Somehow the post I was preparing just got deleted nearing his completion.
So I'll cut things short: I liked Sakata, I don't blame him for Kurono's death (if that was the case I'd have to blame Sakurai and Nishi too), I just found Shin's comment interesting, and I don't think Sakata's decision is censurable in any way.
YES I R T3H KURONO FANBOY!!!
SO SUE ME!!!
Well, to be honest, it has very little to do with Sakata being possibly responsible for Kurono's death. Until you mentioned it, I never thought of it on those terms. It's a "what if", and there's no point in getting angry over a "what if". In any case, Oku decided Kurono/Izumi had to die to further the plot, and they died. The way in which they die does not really matter when you think of it in those terms. It has more to do with a general dislike for Sakata as a character. I was okay with him until he bombed that Gantz makes life cheap/i don't want to be revived. Ever since then, thinking about him gives me bad vibes or something.
Still Bobo's got the right of it wrt to "good riddance" (it's also a wink to the people who voted on that "who thinks sakata will be revived" thread, on which I voted NO!!! :-) - I was venting my frustration there. It's an opinion, and has got nothing to do with the argument. Otherwise, the chain of events I highlighted was correct, and I did specifiy it was a maybe. Sakata was thinking as a normal human being when he thought "screw Izumi". Kurono used to think exactly the same way as Sakata - Remember the first Vampire Attack - he actually says it - I won't help you, you are just reaping what you've sown.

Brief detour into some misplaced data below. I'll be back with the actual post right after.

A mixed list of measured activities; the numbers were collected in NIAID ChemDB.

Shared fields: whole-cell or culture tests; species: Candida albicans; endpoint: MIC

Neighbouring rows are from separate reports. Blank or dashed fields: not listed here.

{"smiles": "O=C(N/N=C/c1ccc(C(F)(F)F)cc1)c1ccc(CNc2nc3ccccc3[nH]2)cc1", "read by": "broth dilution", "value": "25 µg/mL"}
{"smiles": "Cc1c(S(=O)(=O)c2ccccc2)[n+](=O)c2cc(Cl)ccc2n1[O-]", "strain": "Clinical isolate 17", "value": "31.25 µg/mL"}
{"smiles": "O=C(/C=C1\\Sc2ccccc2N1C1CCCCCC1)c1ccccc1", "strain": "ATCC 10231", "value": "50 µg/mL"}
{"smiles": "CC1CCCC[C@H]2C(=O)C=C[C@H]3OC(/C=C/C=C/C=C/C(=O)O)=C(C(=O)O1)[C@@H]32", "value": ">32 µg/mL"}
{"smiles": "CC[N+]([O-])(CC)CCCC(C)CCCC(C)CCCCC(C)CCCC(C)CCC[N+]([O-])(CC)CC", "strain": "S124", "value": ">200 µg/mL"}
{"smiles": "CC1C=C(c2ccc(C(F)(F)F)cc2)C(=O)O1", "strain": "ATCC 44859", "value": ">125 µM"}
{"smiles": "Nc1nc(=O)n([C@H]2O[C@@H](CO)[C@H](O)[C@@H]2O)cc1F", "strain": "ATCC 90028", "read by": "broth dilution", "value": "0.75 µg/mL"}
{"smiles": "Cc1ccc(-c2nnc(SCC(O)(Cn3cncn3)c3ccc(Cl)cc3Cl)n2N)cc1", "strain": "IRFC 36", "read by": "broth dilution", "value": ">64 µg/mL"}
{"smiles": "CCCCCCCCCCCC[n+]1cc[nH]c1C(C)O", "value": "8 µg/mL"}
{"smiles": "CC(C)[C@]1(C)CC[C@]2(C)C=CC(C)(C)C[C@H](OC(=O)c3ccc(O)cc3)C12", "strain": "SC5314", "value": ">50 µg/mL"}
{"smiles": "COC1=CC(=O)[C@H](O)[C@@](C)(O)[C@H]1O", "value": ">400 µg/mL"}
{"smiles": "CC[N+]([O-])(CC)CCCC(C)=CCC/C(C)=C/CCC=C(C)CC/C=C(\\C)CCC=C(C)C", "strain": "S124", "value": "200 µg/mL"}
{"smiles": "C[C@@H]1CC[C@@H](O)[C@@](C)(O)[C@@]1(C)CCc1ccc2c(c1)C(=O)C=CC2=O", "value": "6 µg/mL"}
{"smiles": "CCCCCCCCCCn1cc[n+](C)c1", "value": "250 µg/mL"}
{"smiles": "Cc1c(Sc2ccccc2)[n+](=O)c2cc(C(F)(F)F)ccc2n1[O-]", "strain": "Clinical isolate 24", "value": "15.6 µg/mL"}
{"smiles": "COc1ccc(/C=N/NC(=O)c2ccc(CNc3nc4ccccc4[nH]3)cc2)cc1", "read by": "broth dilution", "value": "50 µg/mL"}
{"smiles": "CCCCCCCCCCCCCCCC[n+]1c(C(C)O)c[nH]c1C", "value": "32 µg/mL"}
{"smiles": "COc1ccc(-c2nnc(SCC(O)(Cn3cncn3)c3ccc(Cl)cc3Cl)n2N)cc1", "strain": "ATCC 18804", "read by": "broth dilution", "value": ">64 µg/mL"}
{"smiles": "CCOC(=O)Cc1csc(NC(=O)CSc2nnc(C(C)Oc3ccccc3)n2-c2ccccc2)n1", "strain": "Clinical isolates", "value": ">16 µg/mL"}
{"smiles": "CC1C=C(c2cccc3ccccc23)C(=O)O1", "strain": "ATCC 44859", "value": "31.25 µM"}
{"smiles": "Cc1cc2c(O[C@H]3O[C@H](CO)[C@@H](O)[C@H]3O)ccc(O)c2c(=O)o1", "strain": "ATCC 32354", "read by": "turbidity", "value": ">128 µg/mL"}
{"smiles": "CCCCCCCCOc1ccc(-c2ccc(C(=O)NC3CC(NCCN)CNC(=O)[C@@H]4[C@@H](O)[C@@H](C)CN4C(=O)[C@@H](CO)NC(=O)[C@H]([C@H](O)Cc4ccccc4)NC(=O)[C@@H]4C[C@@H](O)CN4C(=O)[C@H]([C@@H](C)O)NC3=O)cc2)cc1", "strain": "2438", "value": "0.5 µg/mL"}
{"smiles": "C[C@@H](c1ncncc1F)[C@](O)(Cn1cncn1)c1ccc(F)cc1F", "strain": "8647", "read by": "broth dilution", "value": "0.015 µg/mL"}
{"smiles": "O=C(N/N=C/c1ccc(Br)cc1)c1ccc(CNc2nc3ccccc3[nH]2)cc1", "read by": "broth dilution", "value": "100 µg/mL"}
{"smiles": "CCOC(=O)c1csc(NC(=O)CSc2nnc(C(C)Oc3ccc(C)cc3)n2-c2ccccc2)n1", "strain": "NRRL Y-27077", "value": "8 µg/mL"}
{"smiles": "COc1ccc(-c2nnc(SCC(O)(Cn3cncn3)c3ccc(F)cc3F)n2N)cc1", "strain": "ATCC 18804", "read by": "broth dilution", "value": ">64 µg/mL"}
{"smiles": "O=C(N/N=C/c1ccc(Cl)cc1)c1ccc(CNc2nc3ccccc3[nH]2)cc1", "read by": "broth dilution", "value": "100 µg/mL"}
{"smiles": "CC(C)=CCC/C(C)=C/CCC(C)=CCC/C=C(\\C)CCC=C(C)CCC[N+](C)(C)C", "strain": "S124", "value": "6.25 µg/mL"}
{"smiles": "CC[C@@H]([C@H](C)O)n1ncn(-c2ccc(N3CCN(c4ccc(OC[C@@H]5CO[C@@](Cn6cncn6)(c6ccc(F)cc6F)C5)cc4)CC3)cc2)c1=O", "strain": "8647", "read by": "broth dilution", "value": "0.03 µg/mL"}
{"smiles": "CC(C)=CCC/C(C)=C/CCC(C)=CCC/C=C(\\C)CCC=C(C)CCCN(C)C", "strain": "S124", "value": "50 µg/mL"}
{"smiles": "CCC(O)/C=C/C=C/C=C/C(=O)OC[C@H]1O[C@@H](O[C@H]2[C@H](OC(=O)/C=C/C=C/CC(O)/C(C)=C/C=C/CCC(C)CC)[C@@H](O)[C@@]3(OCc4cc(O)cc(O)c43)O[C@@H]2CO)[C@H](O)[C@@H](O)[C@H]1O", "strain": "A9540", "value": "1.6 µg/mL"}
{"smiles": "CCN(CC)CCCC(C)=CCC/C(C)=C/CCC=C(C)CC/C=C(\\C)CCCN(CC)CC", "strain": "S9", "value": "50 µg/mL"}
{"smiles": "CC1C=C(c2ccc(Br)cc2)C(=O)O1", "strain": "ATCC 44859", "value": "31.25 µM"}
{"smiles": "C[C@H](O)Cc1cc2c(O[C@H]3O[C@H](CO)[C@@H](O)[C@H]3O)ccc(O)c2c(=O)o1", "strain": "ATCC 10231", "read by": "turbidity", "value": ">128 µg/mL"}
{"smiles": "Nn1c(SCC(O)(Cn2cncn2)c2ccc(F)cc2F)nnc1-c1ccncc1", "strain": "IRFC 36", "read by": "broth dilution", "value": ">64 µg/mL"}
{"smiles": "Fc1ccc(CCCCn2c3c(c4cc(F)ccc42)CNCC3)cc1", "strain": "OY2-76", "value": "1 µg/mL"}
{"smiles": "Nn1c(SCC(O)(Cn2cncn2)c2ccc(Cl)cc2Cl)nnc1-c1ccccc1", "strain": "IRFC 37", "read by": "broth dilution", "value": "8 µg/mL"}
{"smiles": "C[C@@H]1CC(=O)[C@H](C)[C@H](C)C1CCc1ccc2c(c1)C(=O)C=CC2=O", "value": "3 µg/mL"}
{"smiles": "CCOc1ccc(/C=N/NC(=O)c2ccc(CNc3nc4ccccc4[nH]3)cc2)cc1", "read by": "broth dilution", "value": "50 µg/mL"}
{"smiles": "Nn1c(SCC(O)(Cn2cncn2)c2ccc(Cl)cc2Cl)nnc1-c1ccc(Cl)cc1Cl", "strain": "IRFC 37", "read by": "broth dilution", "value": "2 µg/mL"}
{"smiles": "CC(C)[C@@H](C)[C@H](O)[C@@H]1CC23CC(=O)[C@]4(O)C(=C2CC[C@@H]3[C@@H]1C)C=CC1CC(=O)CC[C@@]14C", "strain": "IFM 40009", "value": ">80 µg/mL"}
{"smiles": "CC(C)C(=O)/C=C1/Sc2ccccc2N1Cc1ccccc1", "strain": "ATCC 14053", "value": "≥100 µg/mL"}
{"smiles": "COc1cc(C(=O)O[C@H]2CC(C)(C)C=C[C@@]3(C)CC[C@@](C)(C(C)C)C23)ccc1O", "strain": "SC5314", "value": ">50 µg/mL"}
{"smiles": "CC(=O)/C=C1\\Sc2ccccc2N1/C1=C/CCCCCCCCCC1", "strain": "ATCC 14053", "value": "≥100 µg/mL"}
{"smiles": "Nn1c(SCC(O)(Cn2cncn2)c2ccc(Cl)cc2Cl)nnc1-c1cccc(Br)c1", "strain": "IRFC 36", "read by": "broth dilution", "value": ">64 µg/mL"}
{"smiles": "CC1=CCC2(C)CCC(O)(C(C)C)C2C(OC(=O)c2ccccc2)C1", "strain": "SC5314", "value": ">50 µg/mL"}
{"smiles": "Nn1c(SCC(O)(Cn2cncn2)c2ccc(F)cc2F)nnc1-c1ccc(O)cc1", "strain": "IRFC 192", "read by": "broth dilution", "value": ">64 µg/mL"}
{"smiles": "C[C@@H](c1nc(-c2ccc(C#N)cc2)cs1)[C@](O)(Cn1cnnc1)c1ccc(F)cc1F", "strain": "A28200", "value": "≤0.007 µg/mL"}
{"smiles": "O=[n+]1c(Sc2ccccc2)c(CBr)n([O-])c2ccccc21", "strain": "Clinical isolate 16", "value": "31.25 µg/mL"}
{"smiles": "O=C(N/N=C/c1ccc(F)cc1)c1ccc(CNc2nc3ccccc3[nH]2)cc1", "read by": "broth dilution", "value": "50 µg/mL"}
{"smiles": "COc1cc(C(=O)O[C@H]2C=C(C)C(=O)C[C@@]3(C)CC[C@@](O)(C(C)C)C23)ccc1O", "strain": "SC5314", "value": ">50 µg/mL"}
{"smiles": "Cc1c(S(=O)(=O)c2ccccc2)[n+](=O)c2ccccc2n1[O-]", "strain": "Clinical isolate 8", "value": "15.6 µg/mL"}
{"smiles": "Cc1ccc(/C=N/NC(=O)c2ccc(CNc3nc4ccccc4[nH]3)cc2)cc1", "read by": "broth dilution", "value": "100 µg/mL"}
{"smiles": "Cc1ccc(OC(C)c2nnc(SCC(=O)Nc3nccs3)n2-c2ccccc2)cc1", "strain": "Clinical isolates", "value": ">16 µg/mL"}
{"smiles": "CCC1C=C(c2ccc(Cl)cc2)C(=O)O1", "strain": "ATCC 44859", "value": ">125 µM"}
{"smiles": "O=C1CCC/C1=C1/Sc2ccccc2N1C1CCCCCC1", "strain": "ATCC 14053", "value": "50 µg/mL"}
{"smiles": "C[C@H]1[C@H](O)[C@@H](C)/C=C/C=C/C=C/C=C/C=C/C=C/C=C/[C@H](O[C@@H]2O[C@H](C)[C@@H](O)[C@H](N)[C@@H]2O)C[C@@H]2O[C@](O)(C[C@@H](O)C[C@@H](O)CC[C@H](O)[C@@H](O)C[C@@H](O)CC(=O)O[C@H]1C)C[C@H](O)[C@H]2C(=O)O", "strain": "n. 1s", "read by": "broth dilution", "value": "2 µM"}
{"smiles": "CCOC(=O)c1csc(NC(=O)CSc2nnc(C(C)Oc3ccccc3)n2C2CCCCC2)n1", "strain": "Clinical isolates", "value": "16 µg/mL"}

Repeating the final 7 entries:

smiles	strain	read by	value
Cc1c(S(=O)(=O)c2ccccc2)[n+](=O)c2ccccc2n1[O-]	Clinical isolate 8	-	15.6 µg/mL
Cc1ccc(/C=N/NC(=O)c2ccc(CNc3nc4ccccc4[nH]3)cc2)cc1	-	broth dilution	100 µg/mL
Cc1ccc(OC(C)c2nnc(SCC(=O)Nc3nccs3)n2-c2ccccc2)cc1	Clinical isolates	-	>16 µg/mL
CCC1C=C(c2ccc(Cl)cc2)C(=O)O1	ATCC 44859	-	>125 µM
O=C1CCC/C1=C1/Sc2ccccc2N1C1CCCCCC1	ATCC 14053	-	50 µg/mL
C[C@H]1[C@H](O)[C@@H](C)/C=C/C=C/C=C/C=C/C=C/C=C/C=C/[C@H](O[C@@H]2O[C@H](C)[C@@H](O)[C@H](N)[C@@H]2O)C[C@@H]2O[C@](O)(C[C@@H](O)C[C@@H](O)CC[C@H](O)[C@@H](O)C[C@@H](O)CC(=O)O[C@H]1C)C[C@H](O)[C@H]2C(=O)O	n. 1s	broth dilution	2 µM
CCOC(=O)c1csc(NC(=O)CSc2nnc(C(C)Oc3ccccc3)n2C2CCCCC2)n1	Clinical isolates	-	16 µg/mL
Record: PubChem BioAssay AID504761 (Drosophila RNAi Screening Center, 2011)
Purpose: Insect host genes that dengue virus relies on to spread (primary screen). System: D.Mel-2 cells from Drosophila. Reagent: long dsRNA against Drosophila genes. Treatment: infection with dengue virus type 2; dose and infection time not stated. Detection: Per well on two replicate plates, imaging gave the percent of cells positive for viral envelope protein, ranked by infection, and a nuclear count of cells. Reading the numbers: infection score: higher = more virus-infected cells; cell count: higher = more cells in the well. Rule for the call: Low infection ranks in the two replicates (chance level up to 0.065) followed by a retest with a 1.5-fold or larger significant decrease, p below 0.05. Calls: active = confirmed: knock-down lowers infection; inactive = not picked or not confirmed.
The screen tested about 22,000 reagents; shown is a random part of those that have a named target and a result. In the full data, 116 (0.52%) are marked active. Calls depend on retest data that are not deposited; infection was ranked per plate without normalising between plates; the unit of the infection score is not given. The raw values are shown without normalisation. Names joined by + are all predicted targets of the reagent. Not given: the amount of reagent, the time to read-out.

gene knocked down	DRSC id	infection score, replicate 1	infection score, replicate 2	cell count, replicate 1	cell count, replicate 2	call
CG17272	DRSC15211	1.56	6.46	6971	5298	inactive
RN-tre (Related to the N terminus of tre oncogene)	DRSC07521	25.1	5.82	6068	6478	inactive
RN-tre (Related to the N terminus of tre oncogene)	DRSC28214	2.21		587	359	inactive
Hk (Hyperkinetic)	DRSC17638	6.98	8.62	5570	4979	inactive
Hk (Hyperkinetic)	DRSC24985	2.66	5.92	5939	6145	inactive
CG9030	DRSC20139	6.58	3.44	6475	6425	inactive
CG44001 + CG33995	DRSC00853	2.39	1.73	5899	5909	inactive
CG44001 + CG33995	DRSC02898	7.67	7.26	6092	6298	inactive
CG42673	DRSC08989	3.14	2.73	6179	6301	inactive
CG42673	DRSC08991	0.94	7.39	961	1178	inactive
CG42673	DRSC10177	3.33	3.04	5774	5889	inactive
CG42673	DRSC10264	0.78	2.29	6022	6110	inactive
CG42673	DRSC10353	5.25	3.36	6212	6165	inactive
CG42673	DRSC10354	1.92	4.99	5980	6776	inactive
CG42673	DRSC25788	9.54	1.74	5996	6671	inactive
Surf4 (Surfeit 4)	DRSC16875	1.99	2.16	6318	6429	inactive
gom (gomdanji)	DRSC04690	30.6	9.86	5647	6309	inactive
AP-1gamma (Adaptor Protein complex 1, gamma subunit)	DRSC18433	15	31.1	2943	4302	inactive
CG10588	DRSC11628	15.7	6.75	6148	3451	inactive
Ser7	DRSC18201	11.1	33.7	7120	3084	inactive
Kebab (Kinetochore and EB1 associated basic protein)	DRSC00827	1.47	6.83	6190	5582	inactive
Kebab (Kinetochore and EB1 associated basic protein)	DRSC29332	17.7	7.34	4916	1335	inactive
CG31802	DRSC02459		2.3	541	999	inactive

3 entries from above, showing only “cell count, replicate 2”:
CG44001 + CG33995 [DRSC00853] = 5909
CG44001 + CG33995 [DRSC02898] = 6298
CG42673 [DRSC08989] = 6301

However, this is an emotional response, not a rational one. Setting aside the chain of events leading to Kurono's death, and any discussion as to how Sakata's intervention could have broken it, in real terms, not watching for team members you don't like simply translates into one less team mate, which means greatly reduced survival chances for everyone else. It was part of my argument that the lessons we learned from Gantz is that's it's not very different from a job:
"Your pay, you get a second chance at life. Life is invaluable, yes? In exchange, you have to work for me. I don't care how you get it done, as long as it's done. Just make sure you respect the rules. I can't be bothered letting you know what they are, and oh they might change without notice"
The attitude should therefore be a work-like mindset. Even if you hate the person who collects data on the field, you still have to work with him, and need to help him out when he's in trouble, because if he is gone, then there is no one else who can do what he can. I was saying that mainly wrt to Nishi and Kuwie Buwie (Izumi, being dead, is a non-issue). Anzu described him as someone who'd rape anything female, and he only confirmed that with by forcing his ...manhood... on Nuri. Katou still saved him. Well, Nishi too. Which is why I also added that the argument was kind of moot since we now have Katou - He'll save everyone no matter who they are what they've done.